After a reduction in the number of incidents reported to the Asheville Police Department in 2021, the shoplifting numbers are rising again. As of Oct. 23, 1,094 such incidents had been reported in the city this year, compared with 971 for all of 2021. Still, the 2022 numbers are slightly lower than those for the same period in both 2020 and 2019.

Under state law, larceny involving items valued at up to $1,000 is typically considered a misdemeanor; beyond that threshold, it's a felony.

In June 2021, the APD announced that, due to staffing shortages, officers would no longer respond to calls for a number of crimes, including "theft under $1,000 where there is no suspect information." But that doesn't mean they want the public to stop reporting such incidents, stresses Davis. Instead, businesses and individuals are encouraged to self-report via the department's online system.

Big-time crime

Several big-box stores, including Target and Walmart, have reported over 100 incidents each. While neither store was willing to discuss the specifics of those thefts, Robert Arrieta, senior manager at Walmart Media Relations, said the retailer is "committed to working with local law enforcement officials."

The police, he explains, were able to work with those stores both because of the large number of thefts they've had and because they already had strategies in place, such as high-quality camera and security systems and dedicated loss-prevention professionals on staff, that would help ensure arrests could be made. mountainx.com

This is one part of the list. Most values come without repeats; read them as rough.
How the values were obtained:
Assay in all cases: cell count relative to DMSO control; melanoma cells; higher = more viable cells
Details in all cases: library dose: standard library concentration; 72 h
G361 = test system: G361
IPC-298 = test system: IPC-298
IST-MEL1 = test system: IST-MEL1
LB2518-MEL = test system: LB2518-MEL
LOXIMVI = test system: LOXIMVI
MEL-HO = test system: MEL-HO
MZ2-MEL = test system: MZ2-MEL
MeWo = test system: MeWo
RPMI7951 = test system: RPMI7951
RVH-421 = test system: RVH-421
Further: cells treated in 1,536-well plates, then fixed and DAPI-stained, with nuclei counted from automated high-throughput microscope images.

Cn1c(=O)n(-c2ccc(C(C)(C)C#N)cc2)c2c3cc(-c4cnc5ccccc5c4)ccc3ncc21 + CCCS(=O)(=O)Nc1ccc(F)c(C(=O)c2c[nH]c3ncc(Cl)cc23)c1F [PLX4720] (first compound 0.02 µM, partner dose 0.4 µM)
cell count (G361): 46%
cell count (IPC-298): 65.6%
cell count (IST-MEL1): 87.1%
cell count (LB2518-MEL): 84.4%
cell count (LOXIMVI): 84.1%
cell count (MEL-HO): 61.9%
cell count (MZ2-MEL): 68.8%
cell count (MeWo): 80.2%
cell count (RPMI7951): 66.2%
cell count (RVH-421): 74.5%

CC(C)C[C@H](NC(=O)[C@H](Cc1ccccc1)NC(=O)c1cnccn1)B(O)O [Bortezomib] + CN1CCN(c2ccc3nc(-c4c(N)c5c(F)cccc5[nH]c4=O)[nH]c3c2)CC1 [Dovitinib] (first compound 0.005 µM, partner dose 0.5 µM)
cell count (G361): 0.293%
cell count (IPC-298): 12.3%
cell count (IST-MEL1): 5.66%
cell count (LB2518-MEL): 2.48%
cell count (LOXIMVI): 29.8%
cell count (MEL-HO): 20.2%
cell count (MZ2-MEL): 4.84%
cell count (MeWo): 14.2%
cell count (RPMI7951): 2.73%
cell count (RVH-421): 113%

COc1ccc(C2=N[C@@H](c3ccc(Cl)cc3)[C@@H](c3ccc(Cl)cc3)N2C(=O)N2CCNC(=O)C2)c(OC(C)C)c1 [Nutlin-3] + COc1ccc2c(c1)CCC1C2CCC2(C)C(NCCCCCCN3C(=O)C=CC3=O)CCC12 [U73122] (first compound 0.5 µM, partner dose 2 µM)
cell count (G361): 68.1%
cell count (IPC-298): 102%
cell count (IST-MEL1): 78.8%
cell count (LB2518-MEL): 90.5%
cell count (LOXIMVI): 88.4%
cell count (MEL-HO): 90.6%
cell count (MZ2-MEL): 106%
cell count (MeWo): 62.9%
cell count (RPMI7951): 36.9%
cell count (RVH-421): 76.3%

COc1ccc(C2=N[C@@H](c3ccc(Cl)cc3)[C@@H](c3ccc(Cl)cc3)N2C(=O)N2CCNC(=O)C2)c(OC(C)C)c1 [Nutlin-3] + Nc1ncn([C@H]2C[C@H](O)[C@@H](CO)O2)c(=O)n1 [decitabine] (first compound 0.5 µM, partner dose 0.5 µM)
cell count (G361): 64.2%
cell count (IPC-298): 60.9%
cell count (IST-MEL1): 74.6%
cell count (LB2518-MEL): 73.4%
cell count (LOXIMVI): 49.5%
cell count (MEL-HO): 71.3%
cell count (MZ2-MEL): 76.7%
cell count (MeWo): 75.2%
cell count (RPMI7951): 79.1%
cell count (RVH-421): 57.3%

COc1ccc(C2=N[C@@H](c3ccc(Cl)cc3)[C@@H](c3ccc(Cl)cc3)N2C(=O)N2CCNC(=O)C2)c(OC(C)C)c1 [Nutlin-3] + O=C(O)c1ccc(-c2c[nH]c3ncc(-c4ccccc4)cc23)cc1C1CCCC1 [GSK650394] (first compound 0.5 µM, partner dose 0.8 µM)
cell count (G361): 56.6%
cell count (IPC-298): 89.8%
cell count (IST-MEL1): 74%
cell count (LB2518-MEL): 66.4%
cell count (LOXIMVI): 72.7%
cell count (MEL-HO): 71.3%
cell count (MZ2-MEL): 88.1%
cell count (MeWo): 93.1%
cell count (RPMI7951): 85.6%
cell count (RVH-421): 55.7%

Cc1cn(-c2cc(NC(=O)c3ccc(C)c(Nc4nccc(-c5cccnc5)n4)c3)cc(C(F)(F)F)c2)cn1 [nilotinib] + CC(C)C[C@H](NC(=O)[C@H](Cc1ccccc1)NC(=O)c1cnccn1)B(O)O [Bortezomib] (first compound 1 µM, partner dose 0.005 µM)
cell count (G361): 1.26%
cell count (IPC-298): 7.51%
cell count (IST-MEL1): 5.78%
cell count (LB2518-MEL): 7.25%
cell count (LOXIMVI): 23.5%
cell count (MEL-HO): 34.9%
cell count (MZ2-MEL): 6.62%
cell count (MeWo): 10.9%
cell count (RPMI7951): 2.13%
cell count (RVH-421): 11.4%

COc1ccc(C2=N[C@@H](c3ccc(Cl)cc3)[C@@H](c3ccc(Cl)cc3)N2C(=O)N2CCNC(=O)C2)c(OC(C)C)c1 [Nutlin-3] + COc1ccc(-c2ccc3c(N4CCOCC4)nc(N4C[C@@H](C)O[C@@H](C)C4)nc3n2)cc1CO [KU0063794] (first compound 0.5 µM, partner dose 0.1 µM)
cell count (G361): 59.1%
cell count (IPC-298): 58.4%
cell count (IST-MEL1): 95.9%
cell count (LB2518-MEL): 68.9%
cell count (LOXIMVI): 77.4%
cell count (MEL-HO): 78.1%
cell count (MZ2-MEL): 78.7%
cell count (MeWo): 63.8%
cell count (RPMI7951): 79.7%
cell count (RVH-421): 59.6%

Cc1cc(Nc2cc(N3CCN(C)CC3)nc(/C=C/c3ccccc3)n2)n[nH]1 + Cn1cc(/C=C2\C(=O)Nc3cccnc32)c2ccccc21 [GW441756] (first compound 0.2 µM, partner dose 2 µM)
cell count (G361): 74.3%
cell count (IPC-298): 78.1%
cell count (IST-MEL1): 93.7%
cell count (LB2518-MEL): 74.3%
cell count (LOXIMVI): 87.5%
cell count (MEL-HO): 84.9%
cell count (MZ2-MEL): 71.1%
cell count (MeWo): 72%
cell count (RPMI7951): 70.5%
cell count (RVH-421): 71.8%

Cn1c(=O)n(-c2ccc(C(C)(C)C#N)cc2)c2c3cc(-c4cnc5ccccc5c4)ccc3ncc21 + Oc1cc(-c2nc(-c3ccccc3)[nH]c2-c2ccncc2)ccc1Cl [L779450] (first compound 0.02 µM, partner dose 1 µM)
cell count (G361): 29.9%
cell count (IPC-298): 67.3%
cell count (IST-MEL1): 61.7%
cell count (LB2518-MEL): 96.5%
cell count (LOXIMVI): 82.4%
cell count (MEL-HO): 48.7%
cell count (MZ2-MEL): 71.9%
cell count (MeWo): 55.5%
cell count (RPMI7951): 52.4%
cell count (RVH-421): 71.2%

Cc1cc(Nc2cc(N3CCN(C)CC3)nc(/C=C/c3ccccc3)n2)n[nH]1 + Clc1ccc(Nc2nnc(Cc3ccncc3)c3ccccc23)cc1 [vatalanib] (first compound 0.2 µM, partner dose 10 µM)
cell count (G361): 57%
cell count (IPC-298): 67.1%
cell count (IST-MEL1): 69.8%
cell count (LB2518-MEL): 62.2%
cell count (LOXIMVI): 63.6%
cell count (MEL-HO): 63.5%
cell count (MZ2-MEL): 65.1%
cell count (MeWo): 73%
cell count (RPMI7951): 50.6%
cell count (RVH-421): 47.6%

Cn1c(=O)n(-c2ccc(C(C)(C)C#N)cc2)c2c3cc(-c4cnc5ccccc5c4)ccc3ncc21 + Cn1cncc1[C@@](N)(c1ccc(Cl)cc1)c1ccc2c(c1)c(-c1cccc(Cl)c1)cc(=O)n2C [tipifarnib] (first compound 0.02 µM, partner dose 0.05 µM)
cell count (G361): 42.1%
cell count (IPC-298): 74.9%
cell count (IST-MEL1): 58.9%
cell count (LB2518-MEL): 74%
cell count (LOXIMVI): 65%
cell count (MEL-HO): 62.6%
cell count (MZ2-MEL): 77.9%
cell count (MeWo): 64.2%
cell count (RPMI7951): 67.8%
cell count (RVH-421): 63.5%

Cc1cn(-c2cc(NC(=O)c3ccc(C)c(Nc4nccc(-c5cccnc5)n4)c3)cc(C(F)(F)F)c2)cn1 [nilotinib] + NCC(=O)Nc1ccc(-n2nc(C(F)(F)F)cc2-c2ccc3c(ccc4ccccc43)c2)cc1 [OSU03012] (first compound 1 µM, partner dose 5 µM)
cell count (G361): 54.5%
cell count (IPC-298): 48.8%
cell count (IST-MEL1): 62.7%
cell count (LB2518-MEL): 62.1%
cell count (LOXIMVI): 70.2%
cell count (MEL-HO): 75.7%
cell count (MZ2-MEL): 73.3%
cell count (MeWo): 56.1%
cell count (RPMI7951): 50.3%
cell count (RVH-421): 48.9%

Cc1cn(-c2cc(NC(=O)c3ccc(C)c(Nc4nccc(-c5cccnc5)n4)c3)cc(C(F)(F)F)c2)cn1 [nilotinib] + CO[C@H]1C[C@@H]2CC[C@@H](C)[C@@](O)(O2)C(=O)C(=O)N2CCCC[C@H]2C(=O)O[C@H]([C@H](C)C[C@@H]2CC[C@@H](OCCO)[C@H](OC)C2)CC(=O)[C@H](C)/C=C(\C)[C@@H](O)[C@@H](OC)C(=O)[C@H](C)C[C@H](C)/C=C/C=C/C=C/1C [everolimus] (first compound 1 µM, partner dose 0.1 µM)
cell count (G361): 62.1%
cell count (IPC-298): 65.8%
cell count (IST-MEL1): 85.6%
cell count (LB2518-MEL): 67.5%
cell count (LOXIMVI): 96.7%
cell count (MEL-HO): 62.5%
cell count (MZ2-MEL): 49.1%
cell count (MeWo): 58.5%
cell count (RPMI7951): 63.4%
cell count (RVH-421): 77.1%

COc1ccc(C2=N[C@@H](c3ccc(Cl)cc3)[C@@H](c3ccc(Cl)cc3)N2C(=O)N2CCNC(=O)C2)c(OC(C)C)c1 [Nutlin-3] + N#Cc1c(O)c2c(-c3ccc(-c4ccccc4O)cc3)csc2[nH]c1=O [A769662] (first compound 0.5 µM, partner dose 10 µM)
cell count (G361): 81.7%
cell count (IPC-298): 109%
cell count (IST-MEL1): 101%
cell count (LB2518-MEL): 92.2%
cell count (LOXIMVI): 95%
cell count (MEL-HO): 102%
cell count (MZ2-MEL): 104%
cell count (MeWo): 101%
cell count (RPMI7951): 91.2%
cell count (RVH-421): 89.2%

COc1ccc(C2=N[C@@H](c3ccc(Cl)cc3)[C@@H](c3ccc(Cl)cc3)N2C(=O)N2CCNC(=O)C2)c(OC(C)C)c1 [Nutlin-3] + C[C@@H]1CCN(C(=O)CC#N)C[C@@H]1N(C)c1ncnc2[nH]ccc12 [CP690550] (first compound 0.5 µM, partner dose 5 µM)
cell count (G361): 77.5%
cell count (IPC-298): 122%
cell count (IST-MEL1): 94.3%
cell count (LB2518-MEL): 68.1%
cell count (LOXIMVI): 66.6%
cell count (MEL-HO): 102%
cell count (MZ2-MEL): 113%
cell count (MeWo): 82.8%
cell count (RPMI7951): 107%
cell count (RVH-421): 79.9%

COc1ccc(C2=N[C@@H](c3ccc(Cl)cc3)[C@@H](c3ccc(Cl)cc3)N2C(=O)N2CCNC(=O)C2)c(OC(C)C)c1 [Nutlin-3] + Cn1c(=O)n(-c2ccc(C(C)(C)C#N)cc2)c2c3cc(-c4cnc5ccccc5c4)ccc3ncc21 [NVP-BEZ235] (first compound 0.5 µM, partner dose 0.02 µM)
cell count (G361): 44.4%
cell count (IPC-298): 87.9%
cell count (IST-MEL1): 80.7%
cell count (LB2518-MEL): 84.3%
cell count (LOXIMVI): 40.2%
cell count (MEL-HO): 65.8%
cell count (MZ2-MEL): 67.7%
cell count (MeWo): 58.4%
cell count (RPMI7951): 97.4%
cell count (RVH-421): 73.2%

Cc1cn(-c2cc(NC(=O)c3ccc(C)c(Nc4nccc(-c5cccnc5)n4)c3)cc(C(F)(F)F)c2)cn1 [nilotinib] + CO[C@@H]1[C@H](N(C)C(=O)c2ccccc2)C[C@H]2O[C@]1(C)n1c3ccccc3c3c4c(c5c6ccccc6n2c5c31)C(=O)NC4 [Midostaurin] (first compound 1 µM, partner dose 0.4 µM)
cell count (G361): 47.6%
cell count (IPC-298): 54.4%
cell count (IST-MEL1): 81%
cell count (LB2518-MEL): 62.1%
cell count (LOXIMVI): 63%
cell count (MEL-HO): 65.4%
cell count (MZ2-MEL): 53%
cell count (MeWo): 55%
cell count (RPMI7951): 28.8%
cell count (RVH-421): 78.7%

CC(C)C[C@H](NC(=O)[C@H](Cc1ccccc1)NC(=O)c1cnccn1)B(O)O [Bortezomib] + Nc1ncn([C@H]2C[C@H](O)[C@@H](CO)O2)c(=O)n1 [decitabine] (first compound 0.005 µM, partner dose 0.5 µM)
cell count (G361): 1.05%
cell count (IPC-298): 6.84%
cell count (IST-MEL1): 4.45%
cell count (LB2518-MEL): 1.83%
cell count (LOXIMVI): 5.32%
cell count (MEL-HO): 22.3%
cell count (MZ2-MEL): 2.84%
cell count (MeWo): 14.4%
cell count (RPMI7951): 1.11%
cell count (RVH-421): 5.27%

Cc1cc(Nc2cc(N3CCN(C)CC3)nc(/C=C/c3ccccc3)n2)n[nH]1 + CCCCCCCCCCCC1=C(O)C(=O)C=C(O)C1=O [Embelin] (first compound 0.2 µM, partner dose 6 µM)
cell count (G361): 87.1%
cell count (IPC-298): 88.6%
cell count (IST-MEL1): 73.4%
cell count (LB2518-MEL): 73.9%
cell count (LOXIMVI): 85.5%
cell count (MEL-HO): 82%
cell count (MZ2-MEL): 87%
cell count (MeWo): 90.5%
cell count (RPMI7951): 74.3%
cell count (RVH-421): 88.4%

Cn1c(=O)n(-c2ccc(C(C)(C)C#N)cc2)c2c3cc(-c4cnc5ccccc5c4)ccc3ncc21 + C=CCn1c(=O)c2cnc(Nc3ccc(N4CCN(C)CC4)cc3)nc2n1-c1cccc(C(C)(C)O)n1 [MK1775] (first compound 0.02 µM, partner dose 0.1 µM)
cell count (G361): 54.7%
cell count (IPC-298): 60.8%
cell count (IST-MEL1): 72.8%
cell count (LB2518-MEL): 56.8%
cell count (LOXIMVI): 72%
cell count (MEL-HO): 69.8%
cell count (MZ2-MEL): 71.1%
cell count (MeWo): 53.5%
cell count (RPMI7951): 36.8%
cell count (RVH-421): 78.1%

Retailers & Law Enforcement Brace for Holiday Crime
'Going to get you': How Mentor police are protecting shoppers during holidays
As we hit the holiday season, shopping comes to mind for a lot of us, even for our local law enforcement.

The city of Mentor is one of the top retail destinations in the state, netting their economy around $1.9 billion a year in sales. That's why Mentor Police Captain Mike Majernik said his team is turning to their retail theft deterrence program to protect shoppers.

"We want to make sure our businesses feel safe as well as our people feel safe when they shop," Majernik said.

Since 2014, Mentor police have used some simple but efficient moves to catch retail theft quickly. This includes deploying plain-clothed officers and patrolling parking lots in marked cars. The program has proven to be a huge success.

Majernik has a message for the community regarding this year's holiday season. "Don't come to Mentor to steal, we are going to get you. One way or the other, we want people to know you are safe in Mentor to shop during the holidays," he said.

Mentor police also wanted to point out that thieves are usually looking to steal high-value items, so make sure you are careful not to leave those items in plain sight in your car. fox8.com

San Francisco PD to Step Up Presence After Store Owner Uproar
Cotopaxi reopens SF store as CEO apologizes for slamming city on break-ins
Just three weeks after posting a viral message on LinkedIn slamming San Francisco as a "city of chaos" following a year of repeated break-ins, outdoor apparel store Cotopaxi reopened to the public on Thursday.

In a new LinkedIn post, the Utah-based company's owner, Davis Smith, apologized for the uproar his initial message caused.